Their days in Ghazaliyah have mostly been filled with routine patrols. The soldiers' job is to serve as a critical presence that helps keep violence down in the mixed Sunni and Shiite neighborhood.
"Ninety-five percent of the time it is perfectly quiet in Ghazaliyah now," said 1st Lt. Shane Smith, who leads one of the three platoons at Maverick.
Quiet can mean boredom, as Gebhart and a colleague turn in another four-hour shift in one of Maverick's guard towers, looking over a landscape of two-story concrete buildings and green fields dotted with a few cows and goats.
To while away the time, the young soldier from Omaha, Neb., talks of his brother, who is fighting the Taliban in the mountains outside Kandahar city in southern Afghanistan.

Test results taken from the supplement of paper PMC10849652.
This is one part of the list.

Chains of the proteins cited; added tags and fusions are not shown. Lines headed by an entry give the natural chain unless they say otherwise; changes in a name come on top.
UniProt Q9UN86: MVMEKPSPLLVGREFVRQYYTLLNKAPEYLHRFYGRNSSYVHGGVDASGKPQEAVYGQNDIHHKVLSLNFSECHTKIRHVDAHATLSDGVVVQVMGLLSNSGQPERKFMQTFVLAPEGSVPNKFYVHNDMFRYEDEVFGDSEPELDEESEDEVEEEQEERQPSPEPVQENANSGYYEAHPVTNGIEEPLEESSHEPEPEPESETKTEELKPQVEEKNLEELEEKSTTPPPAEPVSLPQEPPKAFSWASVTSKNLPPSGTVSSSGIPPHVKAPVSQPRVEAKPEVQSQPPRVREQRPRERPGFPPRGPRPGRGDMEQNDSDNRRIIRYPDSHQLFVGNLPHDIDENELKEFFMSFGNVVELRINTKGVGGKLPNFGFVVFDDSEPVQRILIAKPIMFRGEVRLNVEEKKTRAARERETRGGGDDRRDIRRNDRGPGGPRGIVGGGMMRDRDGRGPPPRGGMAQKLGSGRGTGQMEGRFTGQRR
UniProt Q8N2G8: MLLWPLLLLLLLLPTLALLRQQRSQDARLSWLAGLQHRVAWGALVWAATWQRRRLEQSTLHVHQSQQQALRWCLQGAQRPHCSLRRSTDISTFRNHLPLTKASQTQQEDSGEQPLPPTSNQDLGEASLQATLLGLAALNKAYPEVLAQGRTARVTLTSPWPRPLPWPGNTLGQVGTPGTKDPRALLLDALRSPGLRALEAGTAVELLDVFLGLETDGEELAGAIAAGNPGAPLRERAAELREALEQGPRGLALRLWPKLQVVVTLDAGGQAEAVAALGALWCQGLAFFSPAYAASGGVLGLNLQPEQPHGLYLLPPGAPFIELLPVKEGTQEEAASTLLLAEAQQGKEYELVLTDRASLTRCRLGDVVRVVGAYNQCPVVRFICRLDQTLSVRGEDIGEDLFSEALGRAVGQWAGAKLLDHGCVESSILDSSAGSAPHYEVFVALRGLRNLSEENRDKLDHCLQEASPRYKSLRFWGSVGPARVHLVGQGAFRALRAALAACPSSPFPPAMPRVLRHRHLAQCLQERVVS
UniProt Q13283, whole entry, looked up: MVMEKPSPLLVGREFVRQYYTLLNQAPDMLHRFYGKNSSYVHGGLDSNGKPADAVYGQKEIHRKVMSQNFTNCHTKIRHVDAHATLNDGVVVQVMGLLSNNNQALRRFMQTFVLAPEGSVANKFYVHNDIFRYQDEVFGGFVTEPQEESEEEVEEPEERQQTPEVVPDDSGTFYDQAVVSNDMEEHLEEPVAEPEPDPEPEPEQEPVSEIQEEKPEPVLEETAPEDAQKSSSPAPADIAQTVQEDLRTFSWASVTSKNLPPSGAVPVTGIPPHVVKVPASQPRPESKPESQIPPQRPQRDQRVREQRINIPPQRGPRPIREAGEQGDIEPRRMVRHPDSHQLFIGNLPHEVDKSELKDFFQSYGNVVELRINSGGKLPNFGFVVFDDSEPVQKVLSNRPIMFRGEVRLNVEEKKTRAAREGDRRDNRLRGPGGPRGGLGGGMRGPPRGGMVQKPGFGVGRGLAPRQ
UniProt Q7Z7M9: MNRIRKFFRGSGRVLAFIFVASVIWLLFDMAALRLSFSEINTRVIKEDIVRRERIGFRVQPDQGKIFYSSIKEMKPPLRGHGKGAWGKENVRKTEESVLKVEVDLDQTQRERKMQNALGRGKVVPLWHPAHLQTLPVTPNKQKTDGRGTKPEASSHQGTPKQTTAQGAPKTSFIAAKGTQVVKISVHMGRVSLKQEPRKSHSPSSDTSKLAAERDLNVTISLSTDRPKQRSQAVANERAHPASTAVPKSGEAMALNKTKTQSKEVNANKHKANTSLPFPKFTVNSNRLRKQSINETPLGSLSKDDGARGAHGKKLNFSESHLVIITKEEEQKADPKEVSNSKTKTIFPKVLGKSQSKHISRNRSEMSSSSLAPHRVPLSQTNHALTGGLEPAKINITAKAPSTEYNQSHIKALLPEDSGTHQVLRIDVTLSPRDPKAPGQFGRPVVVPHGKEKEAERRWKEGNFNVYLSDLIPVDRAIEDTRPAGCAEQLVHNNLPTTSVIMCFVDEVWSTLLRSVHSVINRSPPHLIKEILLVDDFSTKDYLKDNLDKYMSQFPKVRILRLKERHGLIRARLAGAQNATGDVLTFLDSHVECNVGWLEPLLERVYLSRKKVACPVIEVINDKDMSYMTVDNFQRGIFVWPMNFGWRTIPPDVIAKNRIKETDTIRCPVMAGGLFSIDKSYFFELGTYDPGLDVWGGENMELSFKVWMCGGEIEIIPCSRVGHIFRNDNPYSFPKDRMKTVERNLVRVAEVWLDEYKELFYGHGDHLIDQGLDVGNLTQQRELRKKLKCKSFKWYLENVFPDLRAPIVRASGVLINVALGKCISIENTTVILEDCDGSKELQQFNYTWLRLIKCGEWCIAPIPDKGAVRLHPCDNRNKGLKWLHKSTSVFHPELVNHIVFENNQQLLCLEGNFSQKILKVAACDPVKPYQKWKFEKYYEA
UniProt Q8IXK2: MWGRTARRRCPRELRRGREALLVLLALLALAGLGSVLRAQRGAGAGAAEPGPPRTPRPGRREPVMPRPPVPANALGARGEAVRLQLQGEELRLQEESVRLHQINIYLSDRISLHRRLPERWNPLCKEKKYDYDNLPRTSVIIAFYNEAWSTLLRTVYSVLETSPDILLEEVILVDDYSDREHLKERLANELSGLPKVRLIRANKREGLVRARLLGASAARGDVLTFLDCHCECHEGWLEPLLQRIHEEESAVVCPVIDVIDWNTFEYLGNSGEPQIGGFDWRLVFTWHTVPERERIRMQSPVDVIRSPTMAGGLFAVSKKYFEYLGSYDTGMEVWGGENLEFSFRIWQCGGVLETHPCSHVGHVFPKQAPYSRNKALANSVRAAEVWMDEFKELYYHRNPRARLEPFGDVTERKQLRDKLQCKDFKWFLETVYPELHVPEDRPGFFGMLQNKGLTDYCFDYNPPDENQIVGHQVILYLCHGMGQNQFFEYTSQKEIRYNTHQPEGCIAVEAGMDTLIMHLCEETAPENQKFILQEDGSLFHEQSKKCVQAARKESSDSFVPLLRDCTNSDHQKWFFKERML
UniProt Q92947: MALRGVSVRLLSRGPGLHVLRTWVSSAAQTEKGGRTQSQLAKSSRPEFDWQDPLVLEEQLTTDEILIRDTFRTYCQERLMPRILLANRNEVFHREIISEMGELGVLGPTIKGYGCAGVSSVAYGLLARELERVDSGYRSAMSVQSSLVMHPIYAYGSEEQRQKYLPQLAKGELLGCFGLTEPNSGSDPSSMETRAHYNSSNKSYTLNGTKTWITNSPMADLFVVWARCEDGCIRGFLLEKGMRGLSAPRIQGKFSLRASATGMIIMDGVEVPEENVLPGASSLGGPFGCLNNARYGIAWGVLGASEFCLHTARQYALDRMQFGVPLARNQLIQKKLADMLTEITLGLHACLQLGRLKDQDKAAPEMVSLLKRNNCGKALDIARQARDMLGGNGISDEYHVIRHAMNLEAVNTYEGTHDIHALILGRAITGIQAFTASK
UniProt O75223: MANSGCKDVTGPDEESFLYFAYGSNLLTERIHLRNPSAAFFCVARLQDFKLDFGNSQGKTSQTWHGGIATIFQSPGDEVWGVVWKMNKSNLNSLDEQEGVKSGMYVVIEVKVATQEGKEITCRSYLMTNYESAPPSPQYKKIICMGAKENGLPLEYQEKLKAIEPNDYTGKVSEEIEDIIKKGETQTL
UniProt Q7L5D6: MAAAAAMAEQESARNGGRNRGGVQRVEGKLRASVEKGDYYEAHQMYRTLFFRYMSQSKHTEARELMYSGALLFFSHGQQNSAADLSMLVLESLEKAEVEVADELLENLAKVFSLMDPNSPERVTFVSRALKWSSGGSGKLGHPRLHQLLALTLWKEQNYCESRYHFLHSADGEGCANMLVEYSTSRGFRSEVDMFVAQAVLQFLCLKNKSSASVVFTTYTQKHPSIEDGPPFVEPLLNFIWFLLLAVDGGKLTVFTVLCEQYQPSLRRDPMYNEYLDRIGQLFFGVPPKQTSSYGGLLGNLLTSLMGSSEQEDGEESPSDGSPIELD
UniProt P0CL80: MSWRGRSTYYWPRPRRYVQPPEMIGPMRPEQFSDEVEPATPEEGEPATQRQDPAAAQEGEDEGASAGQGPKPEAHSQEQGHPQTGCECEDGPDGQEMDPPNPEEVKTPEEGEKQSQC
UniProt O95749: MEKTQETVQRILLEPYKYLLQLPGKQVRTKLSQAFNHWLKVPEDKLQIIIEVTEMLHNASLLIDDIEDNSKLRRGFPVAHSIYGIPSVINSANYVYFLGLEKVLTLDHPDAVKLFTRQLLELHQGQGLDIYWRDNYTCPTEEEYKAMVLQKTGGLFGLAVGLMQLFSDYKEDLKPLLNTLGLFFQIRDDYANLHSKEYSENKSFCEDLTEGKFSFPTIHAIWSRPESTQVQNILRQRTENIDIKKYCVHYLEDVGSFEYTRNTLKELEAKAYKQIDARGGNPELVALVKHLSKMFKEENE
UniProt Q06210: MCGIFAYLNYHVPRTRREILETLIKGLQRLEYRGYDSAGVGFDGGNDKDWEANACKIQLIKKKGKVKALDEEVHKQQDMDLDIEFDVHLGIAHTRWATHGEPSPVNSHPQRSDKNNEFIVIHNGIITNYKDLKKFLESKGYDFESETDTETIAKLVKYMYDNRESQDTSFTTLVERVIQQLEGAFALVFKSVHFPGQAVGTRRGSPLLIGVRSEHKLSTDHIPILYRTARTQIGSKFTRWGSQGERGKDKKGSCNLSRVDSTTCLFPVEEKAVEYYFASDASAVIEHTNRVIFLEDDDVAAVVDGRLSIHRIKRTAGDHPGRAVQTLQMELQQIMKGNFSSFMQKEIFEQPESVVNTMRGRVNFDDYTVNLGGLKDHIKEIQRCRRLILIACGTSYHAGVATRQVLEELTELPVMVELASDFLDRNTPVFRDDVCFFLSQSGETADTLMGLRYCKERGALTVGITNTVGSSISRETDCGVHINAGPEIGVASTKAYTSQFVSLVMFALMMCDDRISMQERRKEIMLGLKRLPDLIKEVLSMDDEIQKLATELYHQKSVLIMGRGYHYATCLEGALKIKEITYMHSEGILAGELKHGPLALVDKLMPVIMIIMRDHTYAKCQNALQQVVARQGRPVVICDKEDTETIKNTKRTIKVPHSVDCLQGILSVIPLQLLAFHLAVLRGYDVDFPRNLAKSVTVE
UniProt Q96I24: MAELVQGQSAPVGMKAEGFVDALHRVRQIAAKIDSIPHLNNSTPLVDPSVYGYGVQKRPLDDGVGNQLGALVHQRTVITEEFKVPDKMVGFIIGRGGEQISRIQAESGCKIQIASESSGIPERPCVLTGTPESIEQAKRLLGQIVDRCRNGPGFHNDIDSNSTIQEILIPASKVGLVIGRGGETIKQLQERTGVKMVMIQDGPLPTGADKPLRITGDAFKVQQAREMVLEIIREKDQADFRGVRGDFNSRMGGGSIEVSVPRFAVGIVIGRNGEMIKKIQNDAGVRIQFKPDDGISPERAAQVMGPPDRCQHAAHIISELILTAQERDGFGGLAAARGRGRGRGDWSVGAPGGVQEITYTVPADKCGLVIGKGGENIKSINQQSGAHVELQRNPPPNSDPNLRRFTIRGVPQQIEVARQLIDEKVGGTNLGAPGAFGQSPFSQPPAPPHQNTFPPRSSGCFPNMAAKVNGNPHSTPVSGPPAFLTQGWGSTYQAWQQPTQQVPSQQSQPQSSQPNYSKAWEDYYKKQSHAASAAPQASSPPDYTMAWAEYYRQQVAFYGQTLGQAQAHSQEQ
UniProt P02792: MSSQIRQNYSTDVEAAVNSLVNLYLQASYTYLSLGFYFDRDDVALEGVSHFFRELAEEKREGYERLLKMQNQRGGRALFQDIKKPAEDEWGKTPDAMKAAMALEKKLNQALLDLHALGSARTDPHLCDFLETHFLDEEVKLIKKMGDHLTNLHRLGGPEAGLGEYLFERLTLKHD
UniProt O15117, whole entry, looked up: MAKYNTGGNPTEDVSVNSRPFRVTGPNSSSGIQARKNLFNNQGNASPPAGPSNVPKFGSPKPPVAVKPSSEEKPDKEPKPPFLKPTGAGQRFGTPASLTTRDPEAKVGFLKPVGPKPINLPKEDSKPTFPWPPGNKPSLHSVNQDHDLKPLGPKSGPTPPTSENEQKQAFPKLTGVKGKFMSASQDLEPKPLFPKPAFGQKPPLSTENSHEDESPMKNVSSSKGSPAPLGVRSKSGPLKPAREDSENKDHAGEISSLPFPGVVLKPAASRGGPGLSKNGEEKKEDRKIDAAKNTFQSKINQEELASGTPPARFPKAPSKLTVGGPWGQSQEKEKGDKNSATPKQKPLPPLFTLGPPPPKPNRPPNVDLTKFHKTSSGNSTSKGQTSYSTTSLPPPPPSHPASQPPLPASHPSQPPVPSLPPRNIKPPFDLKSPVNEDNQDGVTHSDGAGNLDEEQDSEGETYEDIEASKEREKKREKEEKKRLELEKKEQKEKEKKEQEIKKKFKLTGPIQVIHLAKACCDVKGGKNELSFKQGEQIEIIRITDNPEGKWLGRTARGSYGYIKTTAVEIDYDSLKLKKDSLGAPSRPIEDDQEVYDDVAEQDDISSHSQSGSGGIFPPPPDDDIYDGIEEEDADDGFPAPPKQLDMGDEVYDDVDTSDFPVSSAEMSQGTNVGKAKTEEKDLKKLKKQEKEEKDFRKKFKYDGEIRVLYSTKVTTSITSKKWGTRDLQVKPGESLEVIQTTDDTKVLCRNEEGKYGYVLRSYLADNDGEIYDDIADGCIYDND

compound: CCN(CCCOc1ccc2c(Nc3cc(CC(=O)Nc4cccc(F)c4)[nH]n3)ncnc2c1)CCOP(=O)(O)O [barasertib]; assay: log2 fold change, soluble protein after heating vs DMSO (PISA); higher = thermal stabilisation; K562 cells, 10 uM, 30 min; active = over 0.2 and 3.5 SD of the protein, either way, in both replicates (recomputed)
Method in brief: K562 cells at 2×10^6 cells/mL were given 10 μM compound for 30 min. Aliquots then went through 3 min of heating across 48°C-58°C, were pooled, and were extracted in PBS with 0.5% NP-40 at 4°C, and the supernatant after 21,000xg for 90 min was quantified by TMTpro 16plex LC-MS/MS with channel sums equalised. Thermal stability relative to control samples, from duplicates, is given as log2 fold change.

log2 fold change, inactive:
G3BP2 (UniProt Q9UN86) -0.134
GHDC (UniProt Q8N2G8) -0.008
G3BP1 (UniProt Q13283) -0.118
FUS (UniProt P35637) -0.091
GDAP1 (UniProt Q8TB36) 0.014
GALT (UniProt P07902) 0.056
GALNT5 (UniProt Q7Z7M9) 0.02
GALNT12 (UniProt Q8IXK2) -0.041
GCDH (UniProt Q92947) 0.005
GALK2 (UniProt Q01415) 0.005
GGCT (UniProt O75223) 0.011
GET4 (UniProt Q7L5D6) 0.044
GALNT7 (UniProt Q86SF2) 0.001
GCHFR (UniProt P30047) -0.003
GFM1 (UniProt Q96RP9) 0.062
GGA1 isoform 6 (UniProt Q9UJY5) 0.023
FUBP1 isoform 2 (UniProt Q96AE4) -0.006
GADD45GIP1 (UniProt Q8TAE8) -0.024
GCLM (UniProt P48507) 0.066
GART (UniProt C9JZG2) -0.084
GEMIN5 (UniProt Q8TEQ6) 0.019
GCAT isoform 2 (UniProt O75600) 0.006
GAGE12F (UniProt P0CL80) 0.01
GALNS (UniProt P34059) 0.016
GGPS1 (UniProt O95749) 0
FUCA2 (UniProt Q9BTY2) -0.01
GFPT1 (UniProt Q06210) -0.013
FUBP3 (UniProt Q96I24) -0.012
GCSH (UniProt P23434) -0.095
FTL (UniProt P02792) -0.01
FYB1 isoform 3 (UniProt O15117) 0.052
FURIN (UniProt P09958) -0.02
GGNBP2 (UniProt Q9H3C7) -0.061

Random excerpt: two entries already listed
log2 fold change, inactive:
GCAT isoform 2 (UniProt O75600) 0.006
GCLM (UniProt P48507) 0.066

"He spends 20 days at a time camped out in the mountains, and the Taliban come engage them in serious firefights," said Gebhart. "At least it sounds exciting."
That excitement comes with a price, the officers here point out.
Militants in Afghanistan killed nine American soldiers Sunday, the worst attack on U.S. forces in the country in three years. More U.S. and NATO troops have been killed in Afghanistan than in Iraq over each of the last two months.
The soldiers at Maverick have faced tragedy during their tour, losing one comrade to a sniper in April and another to a roadside bomb in June.
But those deaths have only heightened the frustration of younger soldiers who joined the Army with the classic notion of fighting an enemy.